It has been claimed that owning salmon fishing is twice as expensive as keeping a mistress, and just as frustrating. I make no comment, but the pursuit of this deeply desirable fish for sporting and culinary purposes has certainly spawned a vast literature, much of it outlandish or brimful with mumbo-Macjumbo. As well as rod and line, the salmon has had to run the gauntlet of spears, nets, poison and various ‘fixed engines’, and these days faces further threats from habitat degradation, global warming, and infections from fish farms. And yet the silver tourist survives, not quite an endangered species but certainly in fragile populations.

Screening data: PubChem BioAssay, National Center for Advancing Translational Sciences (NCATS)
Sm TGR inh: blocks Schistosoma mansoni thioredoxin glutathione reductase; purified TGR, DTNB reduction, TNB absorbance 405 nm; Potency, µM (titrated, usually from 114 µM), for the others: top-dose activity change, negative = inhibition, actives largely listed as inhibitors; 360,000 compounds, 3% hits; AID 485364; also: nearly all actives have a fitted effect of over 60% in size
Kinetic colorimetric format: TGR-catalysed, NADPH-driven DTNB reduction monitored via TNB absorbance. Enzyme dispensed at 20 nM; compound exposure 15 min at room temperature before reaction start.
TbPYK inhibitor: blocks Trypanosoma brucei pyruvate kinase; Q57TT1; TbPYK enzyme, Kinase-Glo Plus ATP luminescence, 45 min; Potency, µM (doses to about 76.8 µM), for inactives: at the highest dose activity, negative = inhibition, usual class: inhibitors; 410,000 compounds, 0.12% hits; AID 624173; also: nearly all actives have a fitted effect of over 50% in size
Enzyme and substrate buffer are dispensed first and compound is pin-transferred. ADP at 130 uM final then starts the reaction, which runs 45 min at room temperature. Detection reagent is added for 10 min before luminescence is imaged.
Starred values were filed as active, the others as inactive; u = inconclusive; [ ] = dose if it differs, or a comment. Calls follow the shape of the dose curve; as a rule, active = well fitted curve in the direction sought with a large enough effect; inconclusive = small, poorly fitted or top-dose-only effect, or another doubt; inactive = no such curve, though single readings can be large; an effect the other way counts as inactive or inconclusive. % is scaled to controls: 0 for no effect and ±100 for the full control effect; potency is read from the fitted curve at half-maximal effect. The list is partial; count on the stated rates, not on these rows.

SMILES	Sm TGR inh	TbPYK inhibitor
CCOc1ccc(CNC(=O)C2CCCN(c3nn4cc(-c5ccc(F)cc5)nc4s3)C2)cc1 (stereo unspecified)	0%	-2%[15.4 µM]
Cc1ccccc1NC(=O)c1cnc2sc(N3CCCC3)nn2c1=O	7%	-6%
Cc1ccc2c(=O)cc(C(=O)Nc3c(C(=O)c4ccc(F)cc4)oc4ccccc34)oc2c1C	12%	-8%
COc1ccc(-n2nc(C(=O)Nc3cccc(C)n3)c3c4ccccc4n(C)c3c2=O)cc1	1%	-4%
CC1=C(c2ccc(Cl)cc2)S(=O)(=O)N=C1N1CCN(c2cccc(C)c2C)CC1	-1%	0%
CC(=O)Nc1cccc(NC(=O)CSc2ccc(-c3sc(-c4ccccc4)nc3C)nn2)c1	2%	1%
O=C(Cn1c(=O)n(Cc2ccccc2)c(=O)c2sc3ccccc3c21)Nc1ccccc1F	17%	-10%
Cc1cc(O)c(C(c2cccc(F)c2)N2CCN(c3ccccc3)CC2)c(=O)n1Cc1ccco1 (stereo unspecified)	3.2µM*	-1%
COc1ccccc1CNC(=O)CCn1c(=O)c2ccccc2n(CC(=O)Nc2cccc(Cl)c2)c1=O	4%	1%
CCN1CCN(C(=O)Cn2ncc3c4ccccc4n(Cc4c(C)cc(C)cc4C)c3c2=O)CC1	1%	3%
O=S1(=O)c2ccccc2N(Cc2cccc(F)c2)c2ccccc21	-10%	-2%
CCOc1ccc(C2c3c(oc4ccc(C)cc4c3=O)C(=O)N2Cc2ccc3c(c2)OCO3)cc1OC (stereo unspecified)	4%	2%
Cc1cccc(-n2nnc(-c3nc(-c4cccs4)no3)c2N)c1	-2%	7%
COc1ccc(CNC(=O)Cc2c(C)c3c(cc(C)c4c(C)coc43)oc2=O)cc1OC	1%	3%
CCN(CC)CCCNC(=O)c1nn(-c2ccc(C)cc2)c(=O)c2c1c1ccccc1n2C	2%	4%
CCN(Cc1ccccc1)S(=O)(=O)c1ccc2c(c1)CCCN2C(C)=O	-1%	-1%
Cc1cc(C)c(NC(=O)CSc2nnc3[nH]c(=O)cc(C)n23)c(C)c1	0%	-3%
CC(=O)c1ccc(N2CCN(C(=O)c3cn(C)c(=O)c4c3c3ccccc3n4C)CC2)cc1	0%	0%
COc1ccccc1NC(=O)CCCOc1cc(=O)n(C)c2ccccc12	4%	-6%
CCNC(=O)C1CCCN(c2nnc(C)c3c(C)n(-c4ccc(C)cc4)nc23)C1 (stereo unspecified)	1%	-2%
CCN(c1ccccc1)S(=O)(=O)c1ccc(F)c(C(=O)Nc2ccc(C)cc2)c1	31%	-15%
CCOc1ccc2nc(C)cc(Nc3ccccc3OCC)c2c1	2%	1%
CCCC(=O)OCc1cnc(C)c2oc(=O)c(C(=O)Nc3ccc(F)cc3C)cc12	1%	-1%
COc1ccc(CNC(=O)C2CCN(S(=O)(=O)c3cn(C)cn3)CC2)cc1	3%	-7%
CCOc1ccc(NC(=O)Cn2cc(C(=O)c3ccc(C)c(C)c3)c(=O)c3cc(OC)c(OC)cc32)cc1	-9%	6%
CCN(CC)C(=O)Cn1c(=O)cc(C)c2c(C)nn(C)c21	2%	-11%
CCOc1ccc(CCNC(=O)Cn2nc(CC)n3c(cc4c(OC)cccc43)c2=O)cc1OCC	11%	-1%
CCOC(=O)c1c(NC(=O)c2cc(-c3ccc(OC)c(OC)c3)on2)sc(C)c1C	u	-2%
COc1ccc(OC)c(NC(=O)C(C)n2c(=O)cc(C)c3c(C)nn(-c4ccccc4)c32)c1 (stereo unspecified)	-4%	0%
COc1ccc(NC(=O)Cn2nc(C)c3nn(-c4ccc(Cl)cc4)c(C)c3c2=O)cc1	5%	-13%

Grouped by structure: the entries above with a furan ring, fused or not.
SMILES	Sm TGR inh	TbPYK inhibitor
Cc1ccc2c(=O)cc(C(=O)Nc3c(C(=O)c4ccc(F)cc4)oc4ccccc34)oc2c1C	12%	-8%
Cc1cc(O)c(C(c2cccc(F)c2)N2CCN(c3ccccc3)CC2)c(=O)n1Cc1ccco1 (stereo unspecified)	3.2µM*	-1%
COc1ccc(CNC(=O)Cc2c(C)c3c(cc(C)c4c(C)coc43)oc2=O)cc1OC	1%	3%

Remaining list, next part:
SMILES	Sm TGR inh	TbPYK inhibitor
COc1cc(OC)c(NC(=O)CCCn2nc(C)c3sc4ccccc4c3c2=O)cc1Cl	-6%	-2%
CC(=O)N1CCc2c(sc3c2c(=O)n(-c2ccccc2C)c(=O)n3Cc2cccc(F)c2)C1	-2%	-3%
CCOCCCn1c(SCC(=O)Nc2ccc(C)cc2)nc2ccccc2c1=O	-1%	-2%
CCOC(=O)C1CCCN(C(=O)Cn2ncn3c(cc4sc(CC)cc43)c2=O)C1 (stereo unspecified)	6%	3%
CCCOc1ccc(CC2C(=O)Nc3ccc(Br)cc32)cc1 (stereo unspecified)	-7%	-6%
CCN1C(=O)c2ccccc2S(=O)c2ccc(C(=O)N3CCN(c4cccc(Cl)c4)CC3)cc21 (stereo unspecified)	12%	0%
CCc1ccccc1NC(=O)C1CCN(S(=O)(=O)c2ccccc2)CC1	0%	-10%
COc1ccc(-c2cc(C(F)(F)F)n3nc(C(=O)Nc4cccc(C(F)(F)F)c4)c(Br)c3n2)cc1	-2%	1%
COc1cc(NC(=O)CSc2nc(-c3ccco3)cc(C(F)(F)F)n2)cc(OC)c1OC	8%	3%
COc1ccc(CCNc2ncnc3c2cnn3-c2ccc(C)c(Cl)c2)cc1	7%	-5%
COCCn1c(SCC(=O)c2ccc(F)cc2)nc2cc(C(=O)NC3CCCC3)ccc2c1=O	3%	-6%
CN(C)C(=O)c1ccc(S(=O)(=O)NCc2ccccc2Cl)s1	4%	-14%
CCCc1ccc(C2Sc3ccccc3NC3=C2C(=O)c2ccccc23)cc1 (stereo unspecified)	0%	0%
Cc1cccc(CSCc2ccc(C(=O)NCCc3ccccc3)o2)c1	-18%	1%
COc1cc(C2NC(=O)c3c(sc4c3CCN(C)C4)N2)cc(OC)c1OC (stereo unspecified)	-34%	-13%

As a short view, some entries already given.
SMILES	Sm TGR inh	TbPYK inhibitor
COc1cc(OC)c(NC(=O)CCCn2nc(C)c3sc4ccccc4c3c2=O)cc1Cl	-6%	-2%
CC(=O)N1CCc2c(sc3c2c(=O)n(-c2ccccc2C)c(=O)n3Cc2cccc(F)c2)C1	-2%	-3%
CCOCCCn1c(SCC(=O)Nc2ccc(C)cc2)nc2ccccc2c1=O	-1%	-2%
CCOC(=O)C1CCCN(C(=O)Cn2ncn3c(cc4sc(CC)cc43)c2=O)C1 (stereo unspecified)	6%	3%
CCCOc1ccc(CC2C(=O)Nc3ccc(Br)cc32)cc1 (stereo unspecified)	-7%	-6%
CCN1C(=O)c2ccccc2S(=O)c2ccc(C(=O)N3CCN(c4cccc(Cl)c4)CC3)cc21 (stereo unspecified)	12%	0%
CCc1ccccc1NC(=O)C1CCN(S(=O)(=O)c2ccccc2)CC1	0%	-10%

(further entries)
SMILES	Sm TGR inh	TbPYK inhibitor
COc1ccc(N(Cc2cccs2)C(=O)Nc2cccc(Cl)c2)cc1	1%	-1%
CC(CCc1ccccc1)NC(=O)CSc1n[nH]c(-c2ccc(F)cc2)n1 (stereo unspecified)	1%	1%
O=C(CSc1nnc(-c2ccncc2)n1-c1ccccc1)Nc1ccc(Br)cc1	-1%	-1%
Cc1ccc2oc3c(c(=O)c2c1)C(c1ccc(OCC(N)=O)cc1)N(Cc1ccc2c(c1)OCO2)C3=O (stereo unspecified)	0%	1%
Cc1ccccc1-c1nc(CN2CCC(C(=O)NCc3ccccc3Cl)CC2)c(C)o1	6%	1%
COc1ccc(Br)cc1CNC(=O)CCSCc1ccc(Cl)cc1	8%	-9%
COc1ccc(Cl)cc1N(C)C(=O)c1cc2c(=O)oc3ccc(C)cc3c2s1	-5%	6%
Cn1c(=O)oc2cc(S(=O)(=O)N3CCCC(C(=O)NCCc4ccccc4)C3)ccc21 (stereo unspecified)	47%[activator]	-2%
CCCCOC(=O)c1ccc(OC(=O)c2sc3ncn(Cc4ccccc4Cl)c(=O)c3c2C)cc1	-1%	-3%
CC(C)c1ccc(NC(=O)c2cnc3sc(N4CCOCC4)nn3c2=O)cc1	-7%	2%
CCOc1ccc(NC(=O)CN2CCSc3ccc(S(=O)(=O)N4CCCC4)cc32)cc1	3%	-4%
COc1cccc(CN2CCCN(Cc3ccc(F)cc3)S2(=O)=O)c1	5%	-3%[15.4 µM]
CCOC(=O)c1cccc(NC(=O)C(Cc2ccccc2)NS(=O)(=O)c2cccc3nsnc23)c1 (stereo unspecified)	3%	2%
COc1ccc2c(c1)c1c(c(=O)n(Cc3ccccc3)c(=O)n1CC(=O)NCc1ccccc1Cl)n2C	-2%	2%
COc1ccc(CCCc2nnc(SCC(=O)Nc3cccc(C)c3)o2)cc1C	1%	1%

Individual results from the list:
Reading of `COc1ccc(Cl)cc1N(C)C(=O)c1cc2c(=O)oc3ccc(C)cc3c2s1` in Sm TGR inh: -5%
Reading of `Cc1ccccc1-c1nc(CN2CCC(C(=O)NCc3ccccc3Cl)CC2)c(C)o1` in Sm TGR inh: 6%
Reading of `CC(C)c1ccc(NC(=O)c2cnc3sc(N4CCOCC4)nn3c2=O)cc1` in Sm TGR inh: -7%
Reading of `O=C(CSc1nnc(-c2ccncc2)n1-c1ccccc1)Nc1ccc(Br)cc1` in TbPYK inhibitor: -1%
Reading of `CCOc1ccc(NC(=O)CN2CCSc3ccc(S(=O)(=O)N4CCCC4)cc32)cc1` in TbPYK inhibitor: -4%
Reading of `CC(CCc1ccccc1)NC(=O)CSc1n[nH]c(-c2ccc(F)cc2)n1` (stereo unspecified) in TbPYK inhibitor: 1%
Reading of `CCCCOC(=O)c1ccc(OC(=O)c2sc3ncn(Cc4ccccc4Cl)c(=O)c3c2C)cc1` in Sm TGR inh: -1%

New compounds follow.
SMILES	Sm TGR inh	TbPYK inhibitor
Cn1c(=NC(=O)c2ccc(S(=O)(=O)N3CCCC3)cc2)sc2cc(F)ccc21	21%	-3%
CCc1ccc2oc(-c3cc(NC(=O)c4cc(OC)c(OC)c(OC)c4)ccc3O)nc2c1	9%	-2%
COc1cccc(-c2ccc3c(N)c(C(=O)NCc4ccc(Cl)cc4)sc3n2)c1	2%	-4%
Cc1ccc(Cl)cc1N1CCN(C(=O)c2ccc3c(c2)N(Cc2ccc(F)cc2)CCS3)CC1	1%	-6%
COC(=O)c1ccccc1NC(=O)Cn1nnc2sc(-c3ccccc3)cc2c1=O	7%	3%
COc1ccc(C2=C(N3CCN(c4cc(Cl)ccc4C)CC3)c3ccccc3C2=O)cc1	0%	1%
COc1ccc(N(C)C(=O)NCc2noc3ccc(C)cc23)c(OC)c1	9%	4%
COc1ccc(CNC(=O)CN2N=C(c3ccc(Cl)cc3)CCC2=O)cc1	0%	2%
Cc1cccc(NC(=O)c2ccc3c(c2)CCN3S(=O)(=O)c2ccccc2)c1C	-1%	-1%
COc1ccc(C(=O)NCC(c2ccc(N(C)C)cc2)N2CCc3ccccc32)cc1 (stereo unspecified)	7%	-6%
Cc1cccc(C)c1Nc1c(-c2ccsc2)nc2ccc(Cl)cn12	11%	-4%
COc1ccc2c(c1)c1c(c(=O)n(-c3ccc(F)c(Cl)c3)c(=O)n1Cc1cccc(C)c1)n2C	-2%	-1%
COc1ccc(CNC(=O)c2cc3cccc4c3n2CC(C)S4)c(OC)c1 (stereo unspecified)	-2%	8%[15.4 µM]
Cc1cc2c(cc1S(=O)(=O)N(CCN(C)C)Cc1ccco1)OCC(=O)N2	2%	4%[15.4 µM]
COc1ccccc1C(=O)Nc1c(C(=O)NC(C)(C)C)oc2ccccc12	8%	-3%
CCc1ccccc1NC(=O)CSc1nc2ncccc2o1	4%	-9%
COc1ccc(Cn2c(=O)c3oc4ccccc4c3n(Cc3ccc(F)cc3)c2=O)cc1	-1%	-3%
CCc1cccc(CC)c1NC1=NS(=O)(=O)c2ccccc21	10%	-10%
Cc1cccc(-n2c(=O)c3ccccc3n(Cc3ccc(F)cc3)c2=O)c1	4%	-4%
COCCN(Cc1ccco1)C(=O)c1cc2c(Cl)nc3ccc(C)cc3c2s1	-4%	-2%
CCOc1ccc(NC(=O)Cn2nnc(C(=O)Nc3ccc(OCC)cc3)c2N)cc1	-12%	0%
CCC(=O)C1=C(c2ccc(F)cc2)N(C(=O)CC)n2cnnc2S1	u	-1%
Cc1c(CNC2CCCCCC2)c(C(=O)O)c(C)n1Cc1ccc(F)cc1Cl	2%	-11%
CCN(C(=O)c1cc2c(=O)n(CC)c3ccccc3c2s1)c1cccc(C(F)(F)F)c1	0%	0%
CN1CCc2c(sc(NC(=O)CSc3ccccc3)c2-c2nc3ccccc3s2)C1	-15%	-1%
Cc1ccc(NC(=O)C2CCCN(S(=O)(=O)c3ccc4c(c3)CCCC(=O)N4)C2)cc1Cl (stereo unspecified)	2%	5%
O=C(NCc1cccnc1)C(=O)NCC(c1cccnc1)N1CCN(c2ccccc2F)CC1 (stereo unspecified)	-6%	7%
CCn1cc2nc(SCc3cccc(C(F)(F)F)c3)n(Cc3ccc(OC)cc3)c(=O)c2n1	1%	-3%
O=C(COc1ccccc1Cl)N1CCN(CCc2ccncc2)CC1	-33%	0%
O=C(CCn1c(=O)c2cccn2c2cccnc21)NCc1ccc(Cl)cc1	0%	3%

Admirers of his bestselling memoir The Longshoreman will know that fisheries scientist Dick Shelton is no slouch with his pen. Here he writes of the mysterious creature whose anadromous lifestyle (which begins and ends in fresh water, but has a crucial and still mysterious marine phase) has made